Before the PBT was administered, appellant admitted to drinking that evening and exhibited symptoms of alcohol influence.  The PBT confirmed that appellant’s alcohol concentration was beyond that allowed by law.  Even if we did not consider the field-sobriety tests used after the PBT was administered, in the totality of the circumstances, there was a substantial factual basis for appellant’s arrest.  See Steinbrenner v. Comm’r of Pub. Safety, 413 N.W.2d 557, 559 (Minn. App. 1987) (probable cause existed based on manner of driving, odor of alcohol on breath, bloodshot and watery eyes, speech, and balance); Shull v. Comm’r of Pub. Safety, 398 N.W.2d 11, 13-14 (Minn. App. 1986)(“moderate” odor of alcohol, flushed complexion, bloodshot and watery eyes, and slurred speech sufficient to establish probable cause, even though appellant had explanations for some of the indicia); State v. Grohoski,390 N.W.2d 348, 351 (Minn. App. 1986), (the following indicia alone are sufficient to establish probable cause: bloodshot and watery eyes, odor of alcohol on breath, and admission to drinking), review denied (Minn. Aug. 27, 1986); Steinberg v. State, Dep’t of Pub. Safety, 357 N.W.2d 413, 416 (Minn. App. 1984) (bloodshot and watery eyes, slurred speech, and strong odor of alcohol sufficient to establish probable cause).  The district court did not err in sustaining the revocation of appellant’s driver’s license.

Despite the officers’ technical compliance with the law and undoubted good-faith desire to provide law-enforcement experience to a trainee, as the concurring opinion explains, the officers’ approach was heavy-handed and unnecessary and was the type of conduct that fosters a negative view of the police.

Affirmed.

 

 

 

 

 

HARTEN, Judge (concurring specially)

 

            Although I concur with the result reached on appeal, I do not condone the practices used by the officers who arrested appellant.  Apparently the officers were more interested in conducting a training session for an inexperienced officer than in testing appellant fairly after they stopped her at 1:36 a.m.  By the officers’ own admission, they subjected her to no fewer than six tests prior to arresting her:  (1) a finger dexterity test, (2) an alphabet recitation text, (3) a preliminary breath test (PBT), (4) a one-leg stand test, (5) a nine-step walk-and-turn test, and (6) a horizontal gaze nystagmus (HGN) test.  Moreover, the results of the first two tests indicated that appellant was not under the influence and the results of the fourth and fifth tests corroborated that indication.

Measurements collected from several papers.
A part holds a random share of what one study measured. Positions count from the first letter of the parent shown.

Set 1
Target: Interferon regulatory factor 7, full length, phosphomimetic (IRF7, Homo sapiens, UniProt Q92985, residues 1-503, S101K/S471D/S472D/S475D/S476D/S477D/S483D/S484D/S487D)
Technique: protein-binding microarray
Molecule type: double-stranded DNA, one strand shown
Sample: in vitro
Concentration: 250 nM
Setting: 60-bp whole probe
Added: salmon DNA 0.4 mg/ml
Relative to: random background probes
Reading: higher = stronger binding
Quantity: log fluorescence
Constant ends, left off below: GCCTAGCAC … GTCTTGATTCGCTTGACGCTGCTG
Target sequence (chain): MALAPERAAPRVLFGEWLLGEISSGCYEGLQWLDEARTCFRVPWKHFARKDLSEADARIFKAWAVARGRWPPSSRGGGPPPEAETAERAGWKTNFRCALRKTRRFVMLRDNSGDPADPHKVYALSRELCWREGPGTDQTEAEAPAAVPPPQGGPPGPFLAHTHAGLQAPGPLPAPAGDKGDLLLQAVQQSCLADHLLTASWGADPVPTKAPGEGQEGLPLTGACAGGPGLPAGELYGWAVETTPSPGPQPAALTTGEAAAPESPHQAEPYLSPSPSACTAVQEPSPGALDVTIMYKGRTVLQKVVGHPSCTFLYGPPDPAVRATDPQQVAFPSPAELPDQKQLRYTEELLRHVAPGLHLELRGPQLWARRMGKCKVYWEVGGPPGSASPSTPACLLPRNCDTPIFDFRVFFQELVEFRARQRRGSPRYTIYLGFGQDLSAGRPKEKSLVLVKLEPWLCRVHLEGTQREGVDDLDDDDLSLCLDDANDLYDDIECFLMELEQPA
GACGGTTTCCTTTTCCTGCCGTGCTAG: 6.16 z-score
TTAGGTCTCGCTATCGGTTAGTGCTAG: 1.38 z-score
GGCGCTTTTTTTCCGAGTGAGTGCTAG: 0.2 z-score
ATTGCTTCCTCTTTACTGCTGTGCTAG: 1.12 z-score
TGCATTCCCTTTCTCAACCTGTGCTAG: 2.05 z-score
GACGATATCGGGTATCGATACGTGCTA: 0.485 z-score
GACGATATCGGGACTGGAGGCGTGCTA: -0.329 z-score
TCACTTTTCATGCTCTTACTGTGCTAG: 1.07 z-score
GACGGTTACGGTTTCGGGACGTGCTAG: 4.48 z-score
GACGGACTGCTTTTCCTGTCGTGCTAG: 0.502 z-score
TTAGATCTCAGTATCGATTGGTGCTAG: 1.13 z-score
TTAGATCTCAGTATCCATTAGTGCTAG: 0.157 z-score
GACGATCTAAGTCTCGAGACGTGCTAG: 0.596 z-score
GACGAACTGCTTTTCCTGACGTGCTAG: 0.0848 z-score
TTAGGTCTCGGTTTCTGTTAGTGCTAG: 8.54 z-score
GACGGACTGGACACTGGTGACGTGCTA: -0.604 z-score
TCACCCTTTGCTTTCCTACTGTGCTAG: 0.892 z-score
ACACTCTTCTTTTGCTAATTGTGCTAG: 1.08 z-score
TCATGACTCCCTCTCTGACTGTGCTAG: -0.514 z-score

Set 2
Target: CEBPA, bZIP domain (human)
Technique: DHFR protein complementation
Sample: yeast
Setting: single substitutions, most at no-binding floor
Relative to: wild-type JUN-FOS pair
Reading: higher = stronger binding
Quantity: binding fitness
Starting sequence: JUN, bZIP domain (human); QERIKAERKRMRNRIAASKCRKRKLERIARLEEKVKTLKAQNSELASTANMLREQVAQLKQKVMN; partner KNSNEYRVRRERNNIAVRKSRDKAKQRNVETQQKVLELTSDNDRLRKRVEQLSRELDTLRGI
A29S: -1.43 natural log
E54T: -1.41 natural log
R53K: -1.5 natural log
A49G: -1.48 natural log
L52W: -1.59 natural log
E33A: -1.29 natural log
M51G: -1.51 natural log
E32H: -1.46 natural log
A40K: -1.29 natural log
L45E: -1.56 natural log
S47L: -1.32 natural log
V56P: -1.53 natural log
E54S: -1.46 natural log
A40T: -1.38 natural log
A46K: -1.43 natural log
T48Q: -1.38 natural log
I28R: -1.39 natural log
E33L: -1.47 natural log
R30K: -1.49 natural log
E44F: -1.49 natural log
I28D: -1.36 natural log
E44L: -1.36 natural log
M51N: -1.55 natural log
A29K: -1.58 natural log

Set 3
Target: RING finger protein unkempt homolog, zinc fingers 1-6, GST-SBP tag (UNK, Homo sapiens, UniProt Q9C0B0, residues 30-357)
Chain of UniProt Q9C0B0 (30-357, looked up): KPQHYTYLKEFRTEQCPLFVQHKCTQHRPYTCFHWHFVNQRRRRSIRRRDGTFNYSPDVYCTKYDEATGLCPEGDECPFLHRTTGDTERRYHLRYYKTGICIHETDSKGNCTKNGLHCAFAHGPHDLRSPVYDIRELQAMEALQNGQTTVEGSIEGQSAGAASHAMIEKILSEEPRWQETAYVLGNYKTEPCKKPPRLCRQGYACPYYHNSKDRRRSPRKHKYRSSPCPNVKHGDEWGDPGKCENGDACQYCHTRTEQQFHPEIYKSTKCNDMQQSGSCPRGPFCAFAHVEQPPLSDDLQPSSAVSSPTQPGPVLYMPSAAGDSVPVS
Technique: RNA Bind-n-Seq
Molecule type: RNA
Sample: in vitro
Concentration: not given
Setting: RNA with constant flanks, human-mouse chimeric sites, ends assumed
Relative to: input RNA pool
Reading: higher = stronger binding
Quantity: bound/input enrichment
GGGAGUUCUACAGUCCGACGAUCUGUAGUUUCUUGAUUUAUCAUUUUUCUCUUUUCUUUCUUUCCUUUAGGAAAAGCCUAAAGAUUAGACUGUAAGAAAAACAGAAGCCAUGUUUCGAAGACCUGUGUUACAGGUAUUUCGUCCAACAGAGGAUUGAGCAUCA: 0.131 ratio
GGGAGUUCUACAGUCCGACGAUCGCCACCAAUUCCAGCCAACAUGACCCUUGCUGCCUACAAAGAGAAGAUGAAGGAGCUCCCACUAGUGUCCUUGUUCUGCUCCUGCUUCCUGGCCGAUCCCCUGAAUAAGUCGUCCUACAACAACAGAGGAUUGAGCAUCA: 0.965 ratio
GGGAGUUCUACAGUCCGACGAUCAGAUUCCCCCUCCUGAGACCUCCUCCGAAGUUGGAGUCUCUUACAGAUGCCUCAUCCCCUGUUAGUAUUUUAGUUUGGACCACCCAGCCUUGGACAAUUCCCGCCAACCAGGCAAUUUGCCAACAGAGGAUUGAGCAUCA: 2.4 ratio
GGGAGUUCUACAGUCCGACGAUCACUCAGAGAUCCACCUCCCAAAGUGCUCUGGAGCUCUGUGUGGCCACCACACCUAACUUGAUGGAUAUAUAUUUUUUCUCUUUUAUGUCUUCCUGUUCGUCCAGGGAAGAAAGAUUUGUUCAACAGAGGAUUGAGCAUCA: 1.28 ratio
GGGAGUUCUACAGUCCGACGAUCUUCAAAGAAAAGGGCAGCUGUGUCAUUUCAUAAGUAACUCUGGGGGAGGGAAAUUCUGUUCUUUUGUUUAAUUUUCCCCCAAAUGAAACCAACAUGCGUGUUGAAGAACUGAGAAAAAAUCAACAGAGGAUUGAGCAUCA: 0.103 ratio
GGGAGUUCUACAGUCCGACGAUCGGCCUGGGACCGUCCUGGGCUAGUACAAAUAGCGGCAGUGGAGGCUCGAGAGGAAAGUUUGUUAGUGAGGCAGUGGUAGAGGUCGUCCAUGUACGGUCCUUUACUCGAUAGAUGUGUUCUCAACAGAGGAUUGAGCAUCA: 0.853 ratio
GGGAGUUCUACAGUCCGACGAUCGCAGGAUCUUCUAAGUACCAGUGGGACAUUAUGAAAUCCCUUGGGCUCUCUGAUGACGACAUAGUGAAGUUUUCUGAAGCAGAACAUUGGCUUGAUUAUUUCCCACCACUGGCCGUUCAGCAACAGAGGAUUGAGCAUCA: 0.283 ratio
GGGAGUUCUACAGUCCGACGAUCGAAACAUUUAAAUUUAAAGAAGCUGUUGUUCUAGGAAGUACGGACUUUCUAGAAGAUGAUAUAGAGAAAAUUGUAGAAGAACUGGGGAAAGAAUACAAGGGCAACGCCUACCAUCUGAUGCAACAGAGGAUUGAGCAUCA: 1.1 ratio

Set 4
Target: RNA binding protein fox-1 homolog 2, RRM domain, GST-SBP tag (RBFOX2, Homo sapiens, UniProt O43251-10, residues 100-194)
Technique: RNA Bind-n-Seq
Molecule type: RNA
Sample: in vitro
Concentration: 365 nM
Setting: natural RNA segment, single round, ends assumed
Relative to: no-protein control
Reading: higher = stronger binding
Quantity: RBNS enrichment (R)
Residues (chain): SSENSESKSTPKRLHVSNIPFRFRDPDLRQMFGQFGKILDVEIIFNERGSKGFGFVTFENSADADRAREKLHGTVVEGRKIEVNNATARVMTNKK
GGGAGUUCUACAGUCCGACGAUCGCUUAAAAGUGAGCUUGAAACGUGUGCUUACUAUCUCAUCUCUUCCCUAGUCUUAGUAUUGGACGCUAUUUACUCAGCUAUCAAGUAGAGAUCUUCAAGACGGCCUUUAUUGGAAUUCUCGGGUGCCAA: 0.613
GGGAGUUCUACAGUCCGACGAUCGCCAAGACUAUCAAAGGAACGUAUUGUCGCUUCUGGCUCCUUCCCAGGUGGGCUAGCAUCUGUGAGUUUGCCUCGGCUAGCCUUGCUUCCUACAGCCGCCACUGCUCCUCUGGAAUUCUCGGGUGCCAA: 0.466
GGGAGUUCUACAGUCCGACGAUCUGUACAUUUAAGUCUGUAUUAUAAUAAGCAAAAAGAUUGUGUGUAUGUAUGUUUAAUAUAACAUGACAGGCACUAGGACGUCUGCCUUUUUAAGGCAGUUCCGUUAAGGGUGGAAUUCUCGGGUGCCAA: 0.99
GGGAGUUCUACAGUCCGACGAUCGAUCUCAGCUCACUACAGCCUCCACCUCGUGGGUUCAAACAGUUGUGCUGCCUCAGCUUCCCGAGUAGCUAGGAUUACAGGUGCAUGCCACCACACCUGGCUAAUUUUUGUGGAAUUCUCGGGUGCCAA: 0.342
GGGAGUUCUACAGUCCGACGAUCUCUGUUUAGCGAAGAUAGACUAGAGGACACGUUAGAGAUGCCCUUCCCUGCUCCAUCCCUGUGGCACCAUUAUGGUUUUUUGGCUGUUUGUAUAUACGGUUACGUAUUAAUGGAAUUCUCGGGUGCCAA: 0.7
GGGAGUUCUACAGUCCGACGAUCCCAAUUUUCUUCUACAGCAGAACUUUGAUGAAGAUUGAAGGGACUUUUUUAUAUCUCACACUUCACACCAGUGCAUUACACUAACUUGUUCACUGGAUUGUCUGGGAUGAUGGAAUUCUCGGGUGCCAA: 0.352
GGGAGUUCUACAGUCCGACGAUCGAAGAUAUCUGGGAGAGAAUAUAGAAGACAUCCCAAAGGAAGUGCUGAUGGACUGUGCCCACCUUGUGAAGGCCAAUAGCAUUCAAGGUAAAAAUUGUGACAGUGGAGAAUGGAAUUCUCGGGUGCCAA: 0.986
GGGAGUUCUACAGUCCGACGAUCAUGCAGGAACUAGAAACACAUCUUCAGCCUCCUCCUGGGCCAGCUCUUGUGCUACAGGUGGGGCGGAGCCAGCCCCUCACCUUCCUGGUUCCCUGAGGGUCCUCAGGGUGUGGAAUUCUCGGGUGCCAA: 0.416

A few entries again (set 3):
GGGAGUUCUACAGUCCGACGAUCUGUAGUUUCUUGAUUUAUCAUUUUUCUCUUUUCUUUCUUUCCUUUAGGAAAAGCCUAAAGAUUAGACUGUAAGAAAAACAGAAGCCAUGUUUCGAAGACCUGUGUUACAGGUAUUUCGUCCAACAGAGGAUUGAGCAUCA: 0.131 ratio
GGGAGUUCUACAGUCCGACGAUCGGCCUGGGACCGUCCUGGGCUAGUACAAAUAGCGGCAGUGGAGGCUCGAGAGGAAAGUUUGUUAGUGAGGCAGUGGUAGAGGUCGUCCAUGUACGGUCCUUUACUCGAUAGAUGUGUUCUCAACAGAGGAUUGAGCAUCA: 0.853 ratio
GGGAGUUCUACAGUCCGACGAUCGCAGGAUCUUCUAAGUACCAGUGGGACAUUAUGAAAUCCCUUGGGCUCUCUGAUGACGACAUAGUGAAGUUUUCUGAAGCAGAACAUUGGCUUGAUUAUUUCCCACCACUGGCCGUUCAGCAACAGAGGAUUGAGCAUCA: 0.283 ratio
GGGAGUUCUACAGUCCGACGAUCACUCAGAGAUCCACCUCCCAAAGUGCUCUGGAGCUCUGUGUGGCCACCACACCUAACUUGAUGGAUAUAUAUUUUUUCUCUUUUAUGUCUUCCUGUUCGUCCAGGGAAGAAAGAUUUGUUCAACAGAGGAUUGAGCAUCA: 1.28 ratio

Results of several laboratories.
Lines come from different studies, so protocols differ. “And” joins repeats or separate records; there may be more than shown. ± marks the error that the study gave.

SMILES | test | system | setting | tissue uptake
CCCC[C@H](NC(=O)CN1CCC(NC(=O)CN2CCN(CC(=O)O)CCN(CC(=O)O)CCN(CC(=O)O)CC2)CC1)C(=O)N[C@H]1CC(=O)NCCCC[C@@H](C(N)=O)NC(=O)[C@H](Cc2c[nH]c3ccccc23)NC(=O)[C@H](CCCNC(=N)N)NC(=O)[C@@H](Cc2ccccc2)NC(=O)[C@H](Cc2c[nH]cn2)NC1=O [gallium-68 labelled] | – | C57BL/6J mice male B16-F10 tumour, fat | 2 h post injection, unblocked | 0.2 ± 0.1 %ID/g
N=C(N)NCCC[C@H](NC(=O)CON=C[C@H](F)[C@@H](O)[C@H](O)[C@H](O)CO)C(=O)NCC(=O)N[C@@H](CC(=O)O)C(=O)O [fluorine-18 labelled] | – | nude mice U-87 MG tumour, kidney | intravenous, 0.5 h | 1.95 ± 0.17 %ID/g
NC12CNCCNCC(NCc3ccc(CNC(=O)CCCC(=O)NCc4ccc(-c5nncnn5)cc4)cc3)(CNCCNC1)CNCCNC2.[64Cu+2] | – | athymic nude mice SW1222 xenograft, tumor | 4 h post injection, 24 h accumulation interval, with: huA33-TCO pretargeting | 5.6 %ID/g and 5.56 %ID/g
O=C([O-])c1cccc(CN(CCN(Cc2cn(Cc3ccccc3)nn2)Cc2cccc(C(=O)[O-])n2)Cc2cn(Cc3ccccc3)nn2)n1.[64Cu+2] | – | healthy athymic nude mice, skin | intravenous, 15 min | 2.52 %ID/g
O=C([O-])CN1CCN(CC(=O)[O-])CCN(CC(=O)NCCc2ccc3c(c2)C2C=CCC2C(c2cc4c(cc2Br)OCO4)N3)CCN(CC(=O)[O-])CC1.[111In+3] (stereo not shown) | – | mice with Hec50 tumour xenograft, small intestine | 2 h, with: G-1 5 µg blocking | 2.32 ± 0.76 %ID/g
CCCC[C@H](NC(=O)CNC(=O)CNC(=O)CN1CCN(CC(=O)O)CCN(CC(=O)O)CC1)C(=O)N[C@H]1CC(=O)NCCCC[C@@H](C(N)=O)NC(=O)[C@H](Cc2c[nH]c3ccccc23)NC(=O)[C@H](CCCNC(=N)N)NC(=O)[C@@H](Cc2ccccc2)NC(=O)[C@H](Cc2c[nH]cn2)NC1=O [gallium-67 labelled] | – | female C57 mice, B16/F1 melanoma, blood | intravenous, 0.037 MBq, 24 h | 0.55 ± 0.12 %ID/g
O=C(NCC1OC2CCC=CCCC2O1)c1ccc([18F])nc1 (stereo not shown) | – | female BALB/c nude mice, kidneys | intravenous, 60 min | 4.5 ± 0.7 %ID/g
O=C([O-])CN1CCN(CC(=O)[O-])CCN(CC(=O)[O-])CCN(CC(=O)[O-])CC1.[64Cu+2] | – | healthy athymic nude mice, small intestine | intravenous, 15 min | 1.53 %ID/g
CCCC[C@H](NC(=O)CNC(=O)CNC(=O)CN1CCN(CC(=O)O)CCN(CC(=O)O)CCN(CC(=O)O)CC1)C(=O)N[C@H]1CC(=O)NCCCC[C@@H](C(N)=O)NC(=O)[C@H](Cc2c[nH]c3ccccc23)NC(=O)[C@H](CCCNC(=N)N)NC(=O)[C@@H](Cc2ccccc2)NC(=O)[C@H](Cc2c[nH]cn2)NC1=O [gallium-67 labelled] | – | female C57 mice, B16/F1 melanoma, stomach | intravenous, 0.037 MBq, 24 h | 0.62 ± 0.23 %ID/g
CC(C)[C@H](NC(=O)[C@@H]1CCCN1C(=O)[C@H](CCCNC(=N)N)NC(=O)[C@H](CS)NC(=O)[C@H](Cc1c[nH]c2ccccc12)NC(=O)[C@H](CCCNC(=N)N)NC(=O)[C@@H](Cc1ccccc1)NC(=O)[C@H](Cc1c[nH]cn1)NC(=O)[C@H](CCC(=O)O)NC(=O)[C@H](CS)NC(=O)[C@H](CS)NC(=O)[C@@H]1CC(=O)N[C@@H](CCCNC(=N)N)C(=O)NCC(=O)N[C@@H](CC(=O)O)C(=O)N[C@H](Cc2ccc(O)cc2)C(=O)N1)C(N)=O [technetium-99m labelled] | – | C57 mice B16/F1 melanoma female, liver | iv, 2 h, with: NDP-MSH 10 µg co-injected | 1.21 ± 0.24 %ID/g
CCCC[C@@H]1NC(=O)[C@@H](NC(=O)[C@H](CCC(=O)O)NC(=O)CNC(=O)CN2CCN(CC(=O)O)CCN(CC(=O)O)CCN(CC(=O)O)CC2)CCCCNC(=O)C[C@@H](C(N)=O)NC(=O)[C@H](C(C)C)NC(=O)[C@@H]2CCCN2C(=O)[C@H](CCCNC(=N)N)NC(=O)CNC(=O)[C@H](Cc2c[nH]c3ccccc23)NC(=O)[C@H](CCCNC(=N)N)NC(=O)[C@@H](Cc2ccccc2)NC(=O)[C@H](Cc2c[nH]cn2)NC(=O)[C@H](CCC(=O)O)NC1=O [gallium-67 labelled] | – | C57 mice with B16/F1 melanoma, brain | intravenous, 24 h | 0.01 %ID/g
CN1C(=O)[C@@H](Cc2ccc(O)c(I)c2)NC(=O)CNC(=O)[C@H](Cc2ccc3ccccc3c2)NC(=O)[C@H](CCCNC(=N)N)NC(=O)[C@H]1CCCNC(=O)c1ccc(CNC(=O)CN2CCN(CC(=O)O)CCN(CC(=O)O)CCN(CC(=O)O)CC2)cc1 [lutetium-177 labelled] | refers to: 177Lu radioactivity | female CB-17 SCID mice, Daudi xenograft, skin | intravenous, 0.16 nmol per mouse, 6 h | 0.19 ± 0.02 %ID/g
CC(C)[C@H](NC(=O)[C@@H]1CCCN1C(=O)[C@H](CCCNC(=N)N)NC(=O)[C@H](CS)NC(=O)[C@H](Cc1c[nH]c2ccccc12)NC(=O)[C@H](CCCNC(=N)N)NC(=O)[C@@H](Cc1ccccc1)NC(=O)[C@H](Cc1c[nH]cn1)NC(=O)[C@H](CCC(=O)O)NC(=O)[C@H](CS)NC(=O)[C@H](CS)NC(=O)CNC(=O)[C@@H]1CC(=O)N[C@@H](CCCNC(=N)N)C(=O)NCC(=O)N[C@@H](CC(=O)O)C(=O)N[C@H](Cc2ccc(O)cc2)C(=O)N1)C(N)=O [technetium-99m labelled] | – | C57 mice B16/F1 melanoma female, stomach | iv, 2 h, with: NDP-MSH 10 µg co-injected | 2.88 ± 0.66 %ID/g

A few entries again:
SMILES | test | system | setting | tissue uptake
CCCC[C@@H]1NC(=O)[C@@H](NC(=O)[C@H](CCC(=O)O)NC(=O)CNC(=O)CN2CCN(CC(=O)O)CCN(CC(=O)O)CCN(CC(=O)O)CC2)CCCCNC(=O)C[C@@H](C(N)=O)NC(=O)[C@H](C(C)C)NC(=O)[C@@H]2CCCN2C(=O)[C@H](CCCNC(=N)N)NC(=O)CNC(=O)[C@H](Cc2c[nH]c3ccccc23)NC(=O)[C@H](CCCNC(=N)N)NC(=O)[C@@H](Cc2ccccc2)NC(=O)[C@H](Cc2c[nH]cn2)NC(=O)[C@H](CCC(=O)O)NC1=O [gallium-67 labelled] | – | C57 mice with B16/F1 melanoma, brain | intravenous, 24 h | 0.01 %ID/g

Admittedly, this court has held that “an officer need only have one objective indication of intoxication to constitute reasonable and probable grounds to believe a person is under the influence.”  Holtz v. Comm’r of Pub. Safety, 340 N.W.2d 363, 365 (Minn. App. 1983) (citing State v. Hicks, 301 Minn. 350, 222 N.W.2d 345 (1974)).  But that holding was modified by Martin v. Comm’r of Pub. Safety, 353 N.W.2d 202 (Minn. App. 1984):

            The Holtz decision is misread if it is seen as authority to find probable grounds for implied consent testing whenever one objective indication of intoxication is proven.

 

            * * * Holtz * * * makes it clear that even a single objective indication of intoxication may be sufficient, depending upon the circumstances in each case.  * * *  [I]t is fundamental that each case must be decided on its own facts and circumstances and without regard to any formula.

 

Martin, 353 N.W.2d at 204 (emphasis added) (citations omitted).

 

            Where the “facts and circumstances” of a case include both evidence refuting and evidence corroborating intoxication, officers may not simply ignore the former and continue testing until they find the latter.  Once an initial suspicion has been refuted, officers cannot proceed as if that refuting evidence did not exist.  See, e.g., State v. Hickman, 491 N.W.2d 673, 675 (Minn. App. 1992) (upholding suppression of evidence of driving after revocation obtained after officer’s initial suspicion of driving with an expired vehicle registration had been refuted), review denied (Minn. 15 Dec. 1992).

            The purpose of field testing is not to provide support for an officer’s predetermined conclusion; it is to enable an officer to come to a conclusion based on all the facts and circumstances.  Here, the officers ignored some facts and circumstances:  they ignored the results of the first two tests when they administered the PBT and ignored the results of the one-leg stand and the walk-and-turn tests when they proceeded with the HGN test.

            Insofar as appellant was required to undergo at least arguably superfluous tests to provide experience for an officer in training, appellant was treated unfairly.  Her consent to the additional tests was not requested; she was not informed of the officer’s probationary status; she was not given the opportunity to refuse the tests.  There is no support for the view that providing trainee officers with experience supercedes the requirement for either articulable suspicion or probable cause.

            Only when, and as long as, those requirements are met do officers have the option to conduct field testing.  And the officer should bear in mind that a suspect is under no obligation to perform any field sobriety test.  The requirements are never met merely because an officer needs training, and they are no longer met when successful performance on some tests refutes the articulable suspicion or removes the probable cause.